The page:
Make a telescope mount counterbalance system

Construct a home-built unit that will improve the tracking accuracy of your mount

Make a telescope mount counterbalance system

A well-balanced mount will track to the best of its ability and will improve Go-To accuracy, especially if you are guiding for long exposures during deep-sky astrophotography as it will allow guiding corrections to be made with minimum effort.

For an equatorial telescope mount, both the right ascension (RA) and declination (dec.) axes require balancing to avoid over-stressing the drive motors and gears in a conventional drive train, or to avoid slippage in a friction drive mount.

A balance bar is a simple way of allowing easy and safe balancing of the dec. axis.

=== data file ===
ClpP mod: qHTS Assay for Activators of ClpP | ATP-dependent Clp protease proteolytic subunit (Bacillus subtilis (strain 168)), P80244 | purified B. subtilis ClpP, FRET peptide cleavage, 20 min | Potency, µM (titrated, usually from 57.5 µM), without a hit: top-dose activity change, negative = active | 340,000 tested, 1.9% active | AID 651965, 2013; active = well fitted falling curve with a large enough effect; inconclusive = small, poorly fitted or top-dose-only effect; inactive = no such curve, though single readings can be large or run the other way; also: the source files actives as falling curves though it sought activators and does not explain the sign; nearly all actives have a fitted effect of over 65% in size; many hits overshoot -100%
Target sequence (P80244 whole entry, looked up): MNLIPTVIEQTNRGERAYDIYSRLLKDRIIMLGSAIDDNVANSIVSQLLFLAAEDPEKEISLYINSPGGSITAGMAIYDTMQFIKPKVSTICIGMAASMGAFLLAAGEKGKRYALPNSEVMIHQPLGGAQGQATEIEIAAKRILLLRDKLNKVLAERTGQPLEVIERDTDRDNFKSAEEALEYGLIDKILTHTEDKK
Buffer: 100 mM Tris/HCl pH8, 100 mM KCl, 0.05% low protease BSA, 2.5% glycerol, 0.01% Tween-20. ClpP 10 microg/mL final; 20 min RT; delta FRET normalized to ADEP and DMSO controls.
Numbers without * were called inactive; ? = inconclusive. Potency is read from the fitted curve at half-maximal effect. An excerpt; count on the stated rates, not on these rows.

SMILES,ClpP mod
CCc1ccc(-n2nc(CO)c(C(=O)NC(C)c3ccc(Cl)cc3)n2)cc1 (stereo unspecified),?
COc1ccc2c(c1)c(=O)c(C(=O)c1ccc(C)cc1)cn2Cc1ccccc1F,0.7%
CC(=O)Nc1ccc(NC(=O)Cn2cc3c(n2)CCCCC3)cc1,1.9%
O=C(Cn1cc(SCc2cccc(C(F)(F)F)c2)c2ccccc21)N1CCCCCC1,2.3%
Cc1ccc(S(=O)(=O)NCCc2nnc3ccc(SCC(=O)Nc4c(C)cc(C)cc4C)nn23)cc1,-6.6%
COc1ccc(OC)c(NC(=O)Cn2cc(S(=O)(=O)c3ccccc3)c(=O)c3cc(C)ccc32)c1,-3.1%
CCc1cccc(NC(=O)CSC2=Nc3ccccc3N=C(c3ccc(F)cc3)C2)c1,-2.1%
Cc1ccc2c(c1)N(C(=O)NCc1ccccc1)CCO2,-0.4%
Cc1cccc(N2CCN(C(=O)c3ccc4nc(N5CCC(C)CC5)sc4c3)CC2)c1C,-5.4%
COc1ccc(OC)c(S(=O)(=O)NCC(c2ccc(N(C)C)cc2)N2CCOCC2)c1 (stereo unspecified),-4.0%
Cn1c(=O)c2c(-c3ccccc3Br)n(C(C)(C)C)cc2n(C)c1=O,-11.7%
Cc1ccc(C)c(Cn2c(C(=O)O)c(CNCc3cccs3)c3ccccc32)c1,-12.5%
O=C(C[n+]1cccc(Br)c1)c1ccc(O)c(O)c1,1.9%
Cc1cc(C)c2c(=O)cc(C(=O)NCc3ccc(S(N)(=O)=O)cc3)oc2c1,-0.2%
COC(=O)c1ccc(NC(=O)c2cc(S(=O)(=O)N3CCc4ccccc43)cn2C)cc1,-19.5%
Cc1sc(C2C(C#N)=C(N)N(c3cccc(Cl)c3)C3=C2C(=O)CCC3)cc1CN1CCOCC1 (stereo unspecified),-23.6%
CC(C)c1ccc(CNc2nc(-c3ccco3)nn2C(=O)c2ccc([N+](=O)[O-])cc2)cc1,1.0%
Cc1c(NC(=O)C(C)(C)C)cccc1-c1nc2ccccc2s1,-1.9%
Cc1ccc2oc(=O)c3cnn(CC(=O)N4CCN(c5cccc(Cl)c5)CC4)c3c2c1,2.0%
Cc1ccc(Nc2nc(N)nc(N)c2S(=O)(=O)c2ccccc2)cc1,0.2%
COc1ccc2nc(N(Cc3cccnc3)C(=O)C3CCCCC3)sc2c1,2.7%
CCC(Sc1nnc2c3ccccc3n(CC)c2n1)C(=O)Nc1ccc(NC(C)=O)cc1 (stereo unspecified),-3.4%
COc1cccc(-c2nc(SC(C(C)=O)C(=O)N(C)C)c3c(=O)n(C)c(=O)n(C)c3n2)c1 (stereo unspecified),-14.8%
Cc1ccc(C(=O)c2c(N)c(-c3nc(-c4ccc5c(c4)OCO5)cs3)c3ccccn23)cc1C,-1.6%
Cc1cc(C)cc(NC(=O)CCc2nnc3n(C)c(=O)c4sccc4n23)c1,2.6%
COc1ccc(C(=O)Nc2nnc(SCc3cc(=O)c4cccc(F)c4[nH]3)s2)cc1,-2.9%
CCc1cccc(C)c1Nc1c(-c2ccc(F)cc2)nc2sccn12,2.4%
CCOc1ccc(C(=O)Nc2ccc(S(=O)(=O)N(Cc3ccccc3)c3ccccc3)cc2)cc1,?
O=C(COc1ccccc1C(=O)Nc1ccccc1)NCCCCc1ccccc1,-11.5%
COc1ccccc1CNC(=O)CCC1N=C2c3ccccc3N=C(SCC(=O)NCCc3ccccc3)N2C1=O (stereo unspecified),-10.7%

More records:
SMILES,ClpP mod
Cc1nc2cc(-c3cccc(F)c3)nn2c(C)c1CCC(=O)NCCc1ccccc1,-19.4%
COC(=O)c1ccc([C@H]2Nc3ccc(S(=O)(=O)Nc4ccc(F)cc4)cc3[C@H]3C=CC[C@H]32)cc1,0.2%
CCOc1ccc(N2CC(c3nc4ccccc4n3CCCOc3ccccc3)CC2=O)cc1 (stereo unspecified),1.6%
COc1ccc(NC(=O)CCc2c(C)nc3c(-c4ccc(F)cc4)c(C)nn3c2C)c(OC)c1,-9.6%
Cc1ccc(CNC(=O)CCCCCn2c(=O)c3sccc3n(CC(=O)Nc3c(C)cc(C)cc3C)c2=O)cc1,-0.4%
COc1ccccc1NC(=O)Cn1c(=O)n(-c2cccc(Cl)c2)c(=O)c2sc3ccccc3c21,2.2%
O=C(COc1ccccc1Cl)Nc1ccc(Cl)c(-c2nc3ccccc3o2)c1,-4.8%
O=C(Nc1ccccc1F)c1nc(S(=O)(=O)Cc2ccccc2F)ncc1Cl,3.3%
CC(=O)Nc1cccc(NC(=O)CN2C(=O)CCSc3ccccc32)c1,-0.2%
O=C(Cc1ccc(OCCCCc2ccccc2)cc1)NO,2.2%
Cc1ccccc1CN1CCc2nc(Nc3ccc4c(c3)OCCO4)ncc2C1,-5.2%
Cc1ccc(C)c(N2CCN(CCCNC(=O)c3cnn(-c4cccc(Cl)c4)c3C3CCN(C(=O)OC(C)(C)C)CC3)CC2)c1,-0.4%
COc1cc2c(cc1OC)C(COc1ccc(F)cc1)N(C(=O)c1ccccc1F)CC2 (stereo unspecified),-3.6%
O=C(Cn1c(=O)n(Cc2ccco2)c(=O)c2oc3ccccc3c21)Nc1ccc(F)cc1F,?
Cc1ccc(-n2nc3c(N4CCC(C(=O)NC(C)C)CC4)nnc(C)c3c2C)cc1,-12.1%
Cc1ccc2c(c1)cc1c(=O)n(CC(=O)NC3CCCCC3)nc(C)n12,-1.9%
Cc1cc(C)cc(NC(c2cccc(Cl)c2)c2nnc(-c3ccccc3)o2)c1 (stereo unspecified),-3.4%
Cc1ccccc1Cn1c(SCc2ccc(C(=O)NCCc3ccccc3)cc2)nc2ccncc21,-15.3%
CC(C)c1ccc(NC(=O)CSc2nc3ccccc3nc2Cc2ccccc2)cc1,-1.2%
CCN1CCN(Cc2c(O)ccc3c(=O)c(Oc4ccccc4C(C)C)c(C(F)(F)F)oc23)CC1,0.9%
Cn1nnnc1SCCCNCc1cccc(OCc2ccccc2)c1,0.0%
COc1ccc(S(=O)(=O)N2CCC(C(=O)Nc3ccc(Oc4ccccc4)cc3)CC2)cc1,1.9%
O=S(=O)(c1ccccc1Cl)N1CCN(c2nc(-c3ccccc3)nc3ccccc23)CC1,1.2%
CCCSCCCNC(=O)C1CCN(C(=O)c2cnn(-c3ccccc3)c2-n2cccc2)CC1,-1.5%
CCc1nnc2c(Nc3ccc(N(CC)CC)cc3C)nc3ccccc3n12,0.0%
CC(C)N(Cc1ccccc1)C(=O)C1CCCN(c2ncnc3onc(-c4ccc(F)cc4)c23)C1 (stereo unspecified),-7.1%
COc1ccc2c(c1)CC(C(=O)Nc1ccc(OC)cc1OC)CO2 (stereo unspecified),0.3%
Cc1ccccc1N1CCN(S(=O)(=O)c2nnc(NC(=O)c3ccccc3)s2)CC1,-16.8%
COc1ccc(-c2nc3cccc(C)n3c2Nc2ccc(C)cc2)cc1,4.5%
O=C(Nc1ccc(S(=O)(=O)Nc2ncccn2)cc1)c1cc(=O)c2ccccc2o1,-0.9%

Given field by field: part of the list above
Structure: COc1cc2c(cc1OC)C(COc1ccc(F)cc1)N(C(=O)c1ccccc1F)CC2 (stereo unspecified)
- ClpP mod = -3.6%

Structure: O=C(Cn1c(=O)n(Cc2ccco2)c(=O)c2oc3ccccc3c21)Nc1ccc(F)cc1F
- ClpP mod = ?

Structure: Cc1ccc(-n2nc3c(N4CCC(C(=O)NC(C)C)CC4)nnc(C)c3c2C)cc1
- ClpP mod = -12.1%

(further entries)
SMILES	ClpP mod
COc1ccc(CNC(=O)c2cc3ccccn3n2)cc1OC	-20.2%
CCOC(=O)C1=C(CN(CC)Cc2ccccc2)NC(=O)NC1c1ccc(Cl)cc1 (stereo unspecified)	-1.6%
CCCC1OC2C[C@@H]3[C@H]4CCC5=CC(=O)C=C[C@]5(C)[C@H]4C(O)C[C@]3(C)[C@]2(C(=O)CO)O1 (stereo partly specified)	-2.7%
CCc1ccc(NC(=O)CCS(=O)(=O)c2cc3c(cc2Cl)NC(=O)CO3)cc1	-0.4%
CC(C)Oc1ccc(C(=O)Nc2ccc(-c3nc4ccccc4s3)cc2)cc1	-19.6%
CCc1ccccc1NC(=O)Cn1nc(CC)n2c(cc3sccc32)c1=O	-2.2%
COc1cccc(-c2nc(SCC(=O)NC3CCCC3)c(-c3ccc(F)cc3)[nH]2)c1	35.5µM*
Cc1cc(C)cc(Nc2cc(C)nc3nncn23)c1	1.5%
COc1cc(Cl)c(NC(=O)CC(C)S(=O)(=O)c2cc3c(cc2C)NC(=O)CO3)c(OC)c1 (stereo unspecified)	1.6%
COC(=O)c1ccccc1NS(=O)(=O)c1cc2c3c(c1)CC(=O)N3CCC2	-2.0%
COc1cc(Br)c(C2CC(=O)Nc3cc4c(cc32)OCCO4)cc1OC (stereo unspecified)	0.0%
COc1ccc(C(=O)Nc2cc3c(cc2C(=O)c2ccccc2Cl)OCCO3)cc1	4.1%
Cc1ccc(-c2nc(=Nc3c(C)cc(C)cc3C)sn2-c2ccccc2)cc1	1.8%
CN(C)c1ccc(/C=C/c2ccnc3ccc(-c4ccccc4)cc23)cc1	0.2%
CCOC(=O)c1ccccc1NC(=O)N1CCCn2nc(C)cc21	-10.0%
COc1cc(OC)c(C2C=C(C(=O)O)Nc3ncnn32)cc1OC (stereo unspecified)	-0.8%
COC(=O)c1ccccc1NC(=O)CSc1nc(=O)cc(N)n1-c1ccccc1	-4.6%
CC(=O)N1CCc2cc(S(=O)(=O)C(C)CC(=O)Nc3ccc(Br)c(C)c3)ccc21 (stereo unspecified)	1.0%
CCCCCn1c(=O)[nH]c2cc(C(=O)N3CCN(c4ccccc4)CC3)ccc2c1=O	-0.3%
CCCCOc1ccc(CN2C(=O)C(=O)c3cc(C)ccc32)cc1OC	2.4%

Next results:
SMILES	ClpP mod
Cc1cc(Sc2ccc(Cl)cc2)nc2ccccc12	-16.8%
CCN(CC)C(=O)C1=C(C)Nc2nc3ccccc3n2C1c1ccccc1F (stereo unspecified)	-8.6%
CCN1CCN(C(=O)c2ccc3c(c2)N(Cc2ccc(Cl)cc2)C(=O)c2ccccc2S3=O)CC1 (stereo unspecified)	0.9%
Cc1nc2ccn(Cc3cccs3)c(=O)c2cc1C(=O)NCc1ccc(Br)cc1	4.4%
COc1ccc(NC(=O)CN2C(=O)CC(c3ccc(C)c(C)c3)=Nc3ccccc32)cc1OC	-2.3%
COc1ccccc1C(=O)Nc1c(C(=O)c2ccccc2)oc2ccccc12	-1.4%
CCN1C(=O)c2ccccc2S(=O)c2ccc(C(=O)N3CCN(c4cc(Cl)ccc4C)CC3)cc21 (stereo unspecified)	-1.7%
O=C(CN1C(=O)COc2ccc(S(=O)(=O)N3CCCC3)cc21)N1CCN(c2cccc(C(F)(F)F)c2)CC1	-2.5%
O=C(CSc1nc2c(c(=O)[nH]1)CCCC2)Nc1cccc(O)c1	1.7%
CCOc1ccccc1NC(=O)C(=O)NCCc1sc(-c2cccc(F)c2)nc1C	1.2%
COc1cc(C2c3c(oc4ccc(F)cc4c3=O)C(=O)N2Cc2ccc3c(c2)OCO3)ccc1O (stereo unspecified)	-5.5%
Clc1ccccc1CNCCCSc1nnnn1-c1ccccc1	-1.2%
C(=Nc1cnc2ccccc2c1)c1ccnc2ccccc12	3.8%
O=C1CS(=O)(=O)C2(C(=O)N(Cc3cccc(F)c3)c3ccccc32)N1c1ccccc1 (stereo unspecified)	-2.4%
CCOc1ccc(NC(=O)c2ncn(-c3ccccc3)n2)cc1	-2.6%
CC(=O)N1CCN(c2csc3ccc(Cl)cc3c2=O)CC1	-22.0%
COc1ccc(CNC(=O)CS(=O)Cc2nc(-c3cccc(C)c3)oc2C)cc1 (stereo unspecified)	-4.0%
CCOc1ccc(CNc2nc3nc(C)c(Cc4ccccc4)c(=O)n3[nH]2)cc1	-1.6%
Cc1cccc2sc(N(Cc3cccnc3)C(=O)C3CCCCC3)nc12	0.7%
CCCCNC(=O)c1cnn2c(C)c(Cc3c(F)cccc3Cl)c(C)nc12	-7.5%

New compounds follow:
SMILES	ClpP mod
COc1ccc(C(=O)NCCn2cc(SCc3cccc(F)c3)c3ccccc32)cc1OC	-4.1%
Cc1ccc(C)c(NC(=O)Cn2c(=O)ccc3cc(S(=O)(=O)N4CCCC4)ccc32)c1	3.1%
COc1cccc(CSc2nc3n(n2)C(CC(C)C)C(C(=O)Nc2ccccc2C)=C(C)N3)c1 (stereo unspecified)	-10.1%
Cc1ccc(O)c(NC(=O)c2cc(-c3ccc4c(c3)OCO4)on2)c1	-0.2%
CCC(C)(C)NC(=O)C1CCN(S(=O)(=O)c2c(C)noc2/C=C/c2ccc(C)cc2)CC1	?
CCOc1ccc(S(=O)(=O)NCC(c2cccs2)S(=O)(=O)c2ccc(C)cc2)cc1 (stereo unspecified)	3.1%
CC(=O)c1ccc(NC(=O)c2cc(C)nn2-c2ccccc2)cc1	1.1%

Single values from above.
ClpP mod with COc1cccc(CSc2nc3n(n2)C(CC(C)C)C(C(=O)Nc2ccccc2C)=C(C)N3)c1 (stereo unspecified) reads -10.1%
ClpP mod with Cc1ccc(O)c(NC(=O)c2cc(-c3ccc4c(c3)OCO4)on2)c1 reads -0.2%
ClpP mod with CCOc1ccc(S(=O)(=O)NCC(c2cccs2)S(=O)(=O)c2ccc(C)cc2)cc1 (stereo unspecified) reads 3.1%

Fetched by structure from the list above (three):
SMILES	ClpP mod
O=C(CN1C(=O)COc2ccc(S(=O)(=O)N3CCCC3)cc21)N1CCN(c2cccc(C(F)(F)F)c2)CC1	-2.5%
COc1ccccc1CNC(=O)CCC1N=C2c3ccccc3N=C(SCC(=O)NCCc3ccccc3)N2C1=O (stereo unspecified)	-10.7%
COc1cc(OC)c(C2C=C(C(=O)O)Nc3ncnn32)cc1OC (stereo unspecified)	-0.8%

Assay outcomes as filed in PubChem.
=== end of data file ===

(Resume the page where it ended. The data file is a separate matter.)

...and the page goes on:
Here we’ll show you how to make your own DIY telescope counterweight system from readily available components and some basic tools.

For more guides like this, visit our DIY Astronomy webpage.

Make a telescope mount counterbalance system in use
The finished counterbalance system in use.

Balancing RA and dec

Adjusting the balance of the RA axis is simple as it is just a matter of moving the counterbalance weight (or weights) up or down the counterbalance shaft until balance is achieved.

However, balancing the dec. axis is more challenging as this entails moving the telescope forwards or backwards in its dovetail clamp.

There is also some risk as the clamp that safely holds your scope on to the mount head needs loosening.

With some telescopes, achieving dec. balance conventionally can be difficult or even impossible, especially with the short focal length instruments used with heavier cameras for wide-field imaging.

This is because many of these instruments are supplied with short dovetail bars that simply don’t allow enough movement in the clamp.

Add in the complication of a guidescope and the problems begin to multiply. This is where our simple yet effective counterbalance system comes into its own.

telescope mount